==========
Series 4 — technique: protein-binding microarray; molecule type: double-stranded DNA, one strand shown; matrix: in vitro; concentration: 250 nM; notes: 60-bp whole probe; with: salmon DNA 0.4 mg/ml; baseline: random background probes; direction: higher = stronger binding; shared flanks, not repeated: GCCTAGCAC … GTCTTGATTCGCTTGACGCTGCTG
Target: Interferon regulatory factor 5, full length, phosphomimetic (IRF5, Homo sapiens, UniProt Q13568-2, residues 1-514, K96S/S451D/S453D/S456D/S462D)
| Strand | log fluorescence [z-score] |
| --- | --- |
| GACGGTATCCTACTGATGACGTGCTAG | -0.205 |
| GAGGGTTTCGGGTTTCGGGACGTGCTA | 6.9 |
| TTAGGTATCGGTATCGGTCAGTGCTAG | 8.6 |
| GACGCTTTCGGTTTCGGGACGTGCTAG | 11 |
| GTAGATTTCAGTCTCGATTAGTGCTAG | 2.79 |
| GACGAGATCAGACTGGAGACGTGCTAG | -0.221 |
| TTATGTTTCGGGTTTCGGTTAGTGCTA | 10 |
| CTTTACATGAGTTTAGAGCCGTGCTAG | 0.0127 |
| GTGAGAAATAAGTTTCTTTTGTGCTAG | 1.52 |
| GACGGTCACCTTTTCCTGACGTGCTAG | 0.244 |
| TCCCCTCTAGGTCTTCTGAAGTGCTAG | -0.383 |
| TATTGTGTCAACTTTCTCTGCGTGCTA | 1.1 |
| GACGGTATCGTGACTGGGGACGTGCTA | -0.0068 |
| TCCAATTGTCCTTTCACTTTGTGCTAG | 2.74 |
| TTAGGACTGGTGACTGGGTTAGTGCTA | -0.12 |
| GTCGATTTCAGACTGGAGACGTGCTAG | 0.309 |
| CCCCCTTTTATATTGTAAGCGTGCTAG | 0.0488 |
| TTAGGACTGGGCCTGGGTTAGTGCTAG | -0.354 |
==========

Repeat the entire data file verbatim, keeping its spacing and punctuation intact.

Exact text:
Series 4 — technique: protein-binding microarray; molecule type: double-stranded DNA, one strand shown; matrix: in vitro; concentration: 250 nM; notes: 60-bp whole probe; with: salmon DNA 0.4 mg/ml; baseline: random background probes; direction: higher = stronger binding; shared flanks, not repeated: GCCTAGCAC … GTCTTGATTCGCTTGACGCTGCTG
Target: Interferon regulatory factor 5, full length, phosphomimetic (IRF5, Homo sapiens, UniProt Q13568-2, residues 1-514, K96S/S451D/S453D/S456D/S462D)
| Strand | log fluorescence [z-score] |
| --- | --- |
| GACGGTATCCTACTGATGACGTGCTAG | -0.205 |
| GAGGGTTTCGGGTTTCGGGACGTGCTA | 6.9 |
| TTAGGTATCGGTATCGGTCAGTGCTAG | 8.6 |
| GACGCTTTCGGTTTCGGGACGTGCTAG | 11 |
| GTAGATTTCAGTCTCGATTAGTGCTAG | 2.79 |
| GACGAGATCAGACTGGAGACGTGCTAG | -0.221 |
| TTATGTTTCGGGTTTCGGTTAGTGCTA | 10 |
| CTTTACATGAGTTTAGAGCCGTGCTAG | 0.0127 |
| GTGAGAAATAAGTTTCTTTTGTGCTAG | 1.52 |
| GACGGTCACCTTTTCCTGACGTGCTAG | 0.244 |
| TCCCCTCTAGGTCTTCTGAAGTGCTAG | -0.383 |
| TATTGTGTCAACTTTCTCTGCGTGCTA | 1.1 |
| GACGGTATCGTGACTGGGGACGTGCTA | -0.0068 |
| TCCAATTGTCCTTTCACTTTGTGCTAG | 2.74 |
| TTAGGACTGGTGACTGGGTTAGTGCTA | -0.12 |
| GTCGATTTCAGACTGGAGACGTGCTAG | 0.309 |
| CCCCCTTTTATATTGTAAGCGTGCTAG | 0.0488 |
| TTAGGACTGGGCCTGGGTTAGTGCTAG | -0.354 |